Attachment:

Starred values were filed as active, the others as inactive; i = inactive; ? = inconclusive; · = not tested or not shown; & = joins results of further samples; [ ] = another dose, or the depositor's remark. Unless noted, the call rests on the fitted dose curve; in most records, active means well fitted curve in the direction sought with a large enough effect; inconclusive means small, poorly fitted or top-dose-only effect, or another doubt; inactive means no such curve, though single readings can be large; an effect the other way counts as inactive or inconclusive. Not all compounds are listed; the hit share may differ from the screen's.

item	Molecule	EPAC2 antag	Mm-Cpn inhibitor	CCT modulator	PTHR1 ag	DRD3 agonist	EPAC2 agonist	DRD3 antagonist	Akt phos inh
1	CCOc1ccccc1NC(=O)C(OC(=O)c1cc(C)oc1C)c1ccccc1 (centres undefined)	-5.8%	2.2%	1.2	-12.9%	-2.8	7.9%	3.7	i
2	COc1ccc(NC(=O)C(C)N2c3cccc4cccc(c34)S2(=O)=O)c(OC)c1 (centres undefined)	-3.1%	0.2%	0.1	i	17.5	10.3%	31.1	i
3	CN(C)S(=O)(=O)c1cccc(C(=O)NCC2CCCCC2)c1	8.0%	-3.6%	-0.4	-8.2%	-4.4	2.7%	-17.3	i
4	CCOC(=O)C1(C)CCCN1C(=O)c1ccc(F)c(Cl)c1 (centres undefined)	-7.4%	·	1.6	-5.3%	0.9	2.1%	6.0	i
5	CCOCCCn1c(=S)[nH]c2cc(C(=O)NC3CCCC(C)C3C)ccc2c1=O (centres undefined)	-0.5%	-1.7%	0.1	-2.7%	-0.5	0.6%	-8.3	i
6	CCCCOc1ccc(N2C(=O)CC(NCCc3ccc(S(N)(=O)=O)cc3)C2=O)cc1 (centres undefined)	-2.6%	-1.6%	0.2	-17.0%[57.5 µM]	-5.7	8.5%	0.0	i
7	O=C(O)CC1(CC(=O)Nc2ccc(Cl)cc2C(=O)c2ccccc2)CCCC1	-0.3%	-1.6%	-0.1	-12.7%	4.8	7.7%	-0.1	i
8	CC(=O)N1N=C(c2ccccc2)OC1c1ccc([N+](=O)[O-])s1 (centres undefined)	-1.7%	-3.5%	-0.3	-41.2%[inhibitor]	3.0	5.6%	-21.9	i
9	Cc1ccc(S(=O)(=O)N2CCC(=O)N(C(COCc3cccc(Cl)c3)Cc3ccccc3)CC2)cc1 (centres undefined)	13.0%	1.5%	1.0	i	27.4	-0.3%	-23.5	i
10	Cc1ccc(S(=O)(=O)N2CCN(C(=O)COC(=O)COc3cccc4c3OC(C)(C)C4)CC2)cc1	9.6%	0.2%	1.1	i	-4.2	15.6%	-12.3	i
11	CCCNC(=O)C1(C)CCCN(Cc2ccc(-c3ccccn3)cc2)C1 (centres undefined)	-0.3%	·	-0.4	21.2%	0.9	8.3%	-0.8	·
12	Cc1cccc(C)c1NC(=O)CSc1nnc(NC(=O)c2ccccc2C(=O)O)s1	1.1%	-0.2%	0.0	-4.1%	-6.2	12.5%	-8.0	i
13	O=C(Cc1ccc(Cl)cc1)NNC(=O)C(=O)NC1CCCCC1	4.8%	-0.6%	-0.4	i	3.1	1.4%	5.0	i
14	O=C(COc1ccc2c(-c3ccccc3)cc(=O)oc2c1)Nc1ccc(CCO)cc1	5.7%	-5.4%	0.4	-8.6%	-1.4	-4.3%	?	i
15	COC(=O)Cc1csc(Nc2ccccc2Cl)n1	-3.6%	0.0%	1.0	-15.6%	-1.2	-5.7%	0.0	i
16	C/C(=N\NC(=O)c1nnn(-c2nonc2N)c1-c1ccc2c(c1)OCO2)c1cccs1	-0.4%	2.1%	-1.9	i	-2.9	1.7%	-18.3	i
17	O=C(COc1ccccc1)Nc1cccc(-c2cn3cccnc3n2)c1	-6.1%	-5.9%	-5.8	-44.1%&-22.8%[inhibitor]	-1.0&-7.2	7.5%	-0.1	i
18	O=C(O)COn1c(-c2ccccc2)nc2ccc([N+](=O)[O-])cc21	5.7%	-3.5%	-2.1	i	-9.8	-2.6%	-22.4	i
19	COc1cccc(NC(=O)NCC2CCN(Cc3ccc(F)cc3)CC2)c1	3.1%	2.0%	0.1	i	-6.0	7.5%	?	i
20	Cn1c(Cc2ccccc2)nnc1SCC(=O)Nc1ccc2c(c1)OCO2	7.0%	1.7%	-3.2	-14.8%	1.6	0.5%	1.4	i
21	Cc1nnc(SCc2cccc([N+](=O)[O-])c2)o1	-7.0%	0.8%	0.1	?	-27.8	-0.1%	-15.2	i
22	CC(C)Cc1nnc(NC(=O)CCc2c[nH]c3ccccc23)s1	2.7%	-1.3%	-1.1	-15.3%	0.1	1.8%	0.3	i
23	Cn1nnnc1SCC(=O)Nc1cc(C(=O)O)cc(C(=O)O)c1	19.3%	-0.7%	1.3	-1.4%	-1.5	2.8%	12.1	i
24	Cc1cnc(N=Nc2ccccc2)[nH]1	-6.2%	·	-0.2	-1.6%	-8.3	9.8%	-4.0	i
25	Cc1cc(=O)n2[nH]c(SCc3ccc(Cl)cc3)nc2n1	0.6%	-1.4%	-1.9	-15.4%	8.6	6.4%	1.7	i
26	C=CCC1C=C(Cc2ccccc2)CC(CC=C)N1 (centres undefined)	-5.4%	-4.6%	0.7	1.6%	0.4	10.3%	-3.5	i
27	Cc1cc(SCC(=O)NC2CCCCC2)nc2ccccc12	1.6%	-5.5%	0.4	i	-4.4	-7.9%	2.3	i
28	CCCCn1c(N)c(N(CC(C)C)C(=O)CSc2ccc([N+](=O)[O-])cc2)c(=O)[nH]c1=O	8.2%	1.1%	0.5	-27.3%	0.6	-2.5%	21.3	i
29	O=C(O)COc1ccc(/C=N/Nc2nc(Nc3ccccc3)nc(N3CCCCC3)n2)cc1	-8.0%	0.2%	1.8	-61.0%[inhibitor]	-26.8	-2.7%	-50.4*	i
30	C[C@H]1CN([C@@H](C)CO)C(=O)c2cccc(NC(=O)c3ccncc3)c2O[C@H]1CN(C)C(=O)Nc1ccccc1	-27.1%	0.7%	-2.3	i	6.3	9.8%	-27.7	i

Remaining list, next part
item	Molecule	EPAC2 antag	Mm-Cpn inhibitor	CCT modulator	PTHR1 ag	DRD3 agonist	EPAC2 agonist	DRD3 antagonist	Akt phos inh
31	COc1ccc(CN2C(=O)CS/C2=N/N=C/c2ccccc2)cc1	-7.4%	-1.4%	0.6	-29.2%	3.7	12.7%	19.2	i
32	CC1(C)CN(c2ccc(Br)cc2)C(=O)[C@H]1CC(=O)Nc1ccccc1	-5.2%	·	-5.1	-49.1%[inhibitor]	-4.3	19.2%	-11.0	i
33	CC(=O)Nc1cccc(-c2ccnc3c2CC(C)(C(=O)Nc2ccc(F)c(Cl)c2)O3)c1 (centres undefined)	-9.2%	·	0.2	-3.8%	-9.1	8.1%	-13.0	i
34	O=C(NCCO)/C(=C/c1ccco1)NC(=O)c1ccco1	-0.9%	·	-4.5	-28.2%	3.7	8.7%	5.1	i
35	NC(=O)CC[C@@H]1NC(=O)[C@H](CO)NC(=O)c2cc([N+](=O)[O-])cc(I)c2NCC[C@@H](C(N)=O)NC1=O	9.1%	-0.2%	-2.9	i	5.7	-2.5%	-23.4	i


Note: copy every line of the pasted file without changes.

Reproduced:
Starred values were filed as active, the others as inactive; i = inactive; ? = inconclusive; · = not tested or not shown; & = joins results of further samples; [ ] = another dose, or the depositor's remark. Unless noted, the call rests on the fitted dose curve; in most records, active means well fitted curve in the direction sought with a large enough effect; inconclusive means small, poorly fitted or top-dose-only effect, or another doubt; inactive means no such curve, though single readings can be large; an effect the other way counts as inactive or inconclusive. Not all compounds are listed; the hit share may differ from the screen's.

item	Molecule	EPAC2 antag	Mm-Cpn inhibitor	CCT modulator	PTHR1 ag	DRD3 agonist	EPAC2 agonist	DRD3 antagonist	Akt phos inh
1	CCOc1ccccc1NC(=O)C(OC(=O)c1cc(C)oc1C)c1ccccc1 (centres undefined)	-5.8%	2.2%	1.2	-12.9%	-2.8	7.9%	3.7	i
2	COc1ccc(NC(=O)C(C)N2c3cccc4cccc(c34)S2(=O)=O)c(OC)c1 (centres undefined)	-3.1%	0.2%	0.1	i	17.5	10.3%	31.1	i
3	CN(C)S(=O)(=O)c1cccc(C(=O)NCC2CCCCC2)c1	8.0%	-3.6%	-0.4	-8.2%	-4.4	2.7%	-17.3	i
4	CCOC(=O)C1(C)CCCN1C(=O)c1ccc(F)c(Cl)c1 (centres undefined)	-7.4%	·	1.6	-5.3%	0.9	2.1%	6.0	i
5	CCOCCCn1c(=S)[nH]c2cc(C(=O)NC3CCCC(C)C3C)ccc2c1=O (centres undefined)	-0.5%	-1.7%	0.1	-2.7%	-0.5	0.6%	-8.3	i
6	CCCCOc1ccc(N2C(=O)CC(NCCc3ccc(S(N)(=O)=O)cc3)C2=O)cc1 (centres undefined)	-2.6%	-1.6%	0.2	-17.0%[57.5 µM]	-5.7	8.5%	0.0	i
7	O=C(O)CC1(CC(=O)Nc2ccc(Cl)cc2C(=O)c2ccccc2)CCCC1	-0.3%	-1.6%	-0.1	-12.7%	4.8	7.7%	-0.1	i
8	CC(=O)N1N=C(c2ccccc2)OC1c1ccc([N+](=O)[O-])s1 (centres undefined)	-1.7%	-3.5%	-0.3	-41.2%[inhibitor]	3.0	5.6%	-21.9	i
9	Cc1ccc(S(=O)(=O)N2CCC(=O)N(C(COCc3cccc(Cl)c3)Cc3ccccc3)CC2)cc1 (centres undefined)	13.0%	1.5%	1.0	i	27.4	-0.3%	-23.5	i
10	Cc1ccc(S(=O)(=O)N2CCN(C(=O)COC(=O)COc3cccc4c3OC(C)(C)C4)CC2)cc1	9.6%	0.2%	1.1	i	-4.2	15.6%	-12.3	i
11	CCCNC(=O)C1(C)CCCN(Cc2ccc(-c3ccccn3)cc2)C1 (centres undefined)	-0.3%	·	-0.4	21.2%	0.9	8.3%	-0.8	·
12	Cc1cccc(C)c1NC(=O)CSc1nnc(NC(=O)c2ccccc2C(=O)O)s1	1.1%	-0.2%	0.0	-4.1%	-6.2	12.5%	-8.0	i
13	O=C(Cc1ccc(Cl)cc1)NNC(=O)C(=O)NC1CCCCC1	4.8%	-0.6%	-0.4	i	3.1	1.4%	5.0	i
14	O=C(COc1ccc2c(-c3ccccc3)cc(=O)oc2c1)Nc1ccc(CCO)cc1	5.7%	-5.4%	0.4	-8.6%	-1.4	-4.3%	?	i
15	COC(=O)Cc1csc(Nc2ccccc2Cl)n1	-3.6%	0.0%	1.0	-15.6%	-1.2	-5.7%	0.0	i
16	C/C(=N\NC(=O)c1nnn(-c2nonc2N)c1-c1ccc2c(c1)OCO2)c1cccs1	-0.4%	2.1%	-1.9	i	-2.9	1.7%	-18.3	i
17	O=C(COc1ccccc1)Nc1cccc(-c2cn3cccnc3n2)c1	-6.1%	-5.9%	-5.8	-44.1%&-22.8%[inhibitor]	-1.0&-7.2	7.5%	-0.1	i
18	O=C(O)COn1c(-c2ccccc2)nc2ccc([N+](=O)[O-])cc21	5.7%	-3.5%	-2.1	i	-9.8	-2.6%	-22.4	i
19	COc1cccc(NC(=O)NCC2CCN(Cc3ccc(F)cc3)CC2)c1	3.1%	2.0%	0.1	i	-6.0	7.5%	?	i
20	Cn1c(Cc2ccccc2)nnc1SCC(=O)Nc1ccc2c(c1)OCO2	7.0%	1.7%	-3.2	-14.8%	1.6	0.5%	1.4	i
21	Cc1nnc(SCc2cccc([N+](=O)[O-])c2)o1	-7.0%	0.8%	0.1	?	-27.8	-0.1%	-15.2	i
22	CC(C)Cc1nnc(NC(=O)CCc2c[nH]c3ccccc23)s1	2.7%	-1.3%	-1.1	-15.3%	0.1	1.8%	0.3	i
23	Cn1nnnc1SCC(=O)Nc1cc(C(=O)O)cc(C(=O)O)c1	19.3%	-0.7%	1.3	-1.4%	-1.5	2.8%	12.1	i
24	Cc1cnc(N=Nc2ccccc2)[nH]1	-6.2%	·	-0.2	-1.6%	-8.3	9.8%	-4.0	i
25	Cc1cc(=O)n2[nH]c(SCc3ccc(Cl)cc3)nc2n1	0.6%	-1.4%	-1.9	-15.4%	8.6	6.4%	1.7	i
26	C=CCC1C=C(Cc2ccccc2)CC(CC=C)N1 (centres undefined)	-5.4%	-4.6%	0.7	1.6%	0.4	10.3%	-3.5	i
27	Cc1cc(SCC(=O)NC2CCCCC2)nc2ccccc12	1.6%	-5.5%	0.4	i	-4.4	-7.9%	2.3	i
28	CCCCn1c(N)c(N(CC(C)C)C(=O)CSc2ccc([N+](=O)[O-])cc2)c(=O)[nH]c1=O	8.2%	1.1%	0.5	-27.3%	0.6	-2.5%	21.3	i
29	O=C(O)COc1ccc(/C=N/Nc2nc(Nc3ccccc3)nc(N3CCCCC3)n2)cc1	-8.0%	0.2%	1.8	-61.0%[inhibitor]	-26.8	-2.7%	-50.4*	i
30	C[C@H]1CN([C@@H](C)CO)C(=O)c2cccc(NC(=O)c3ccncc3)c2O[C@H]1CN(C)C(=O)Nc1ccccc1	-27.1%	0.7%	-2.3	i	6.3	9.8%	-27.7	i

Remaining list, next part
item	Molecule	EPAC2 antag	Mm-Cpn inhibitor	CCT modulator	PTHR1 ag	DRD3 agonist	EPAC2 agonist	DRD3 antagonist	Akt phos inh
31	COc1ccc(CN2C(=O)CS/C2=N/N=C/c2ccccc2)cc1	-7.4%	-1.4%	0.6	-29.2%	3.7	12.7%	19.2	i
32	CC1(C)CN(c2ccc(Br)cc2)C(=O)[C@H]1CC(=O)Nc1ccccc1	-5.2%	·	-5.1	-49.1%[inhibitor]	-4.3	19.2%	-11.0	i
33	CC(=O)Nc1cccc(-c2ccnc3c2CC(C)(C(=O)Nc2ccc(F)c(Cl)c2)O3)c1 (centres undefined)	-9.2%	·	0.2	-3.8%	-9.1	8.1%	-13.0	i
34	O=C(NCCO)/C(=C/c1ccco1)NC(=O)c1ccco1	-0.9%	·	-4.5	-28.2%	3.7	8.7%	5.1	i
35	NC(=O)CC[C@@H]1NC(=O)[C@H](CO)NC(=O)c2cc([N+](=O)[O-])cc(I)c2NCC[C@@H](C(N)=O)NC1=O	9.1%	-0.2%	-2.9	i	5.7	-2.5%	-23.4	i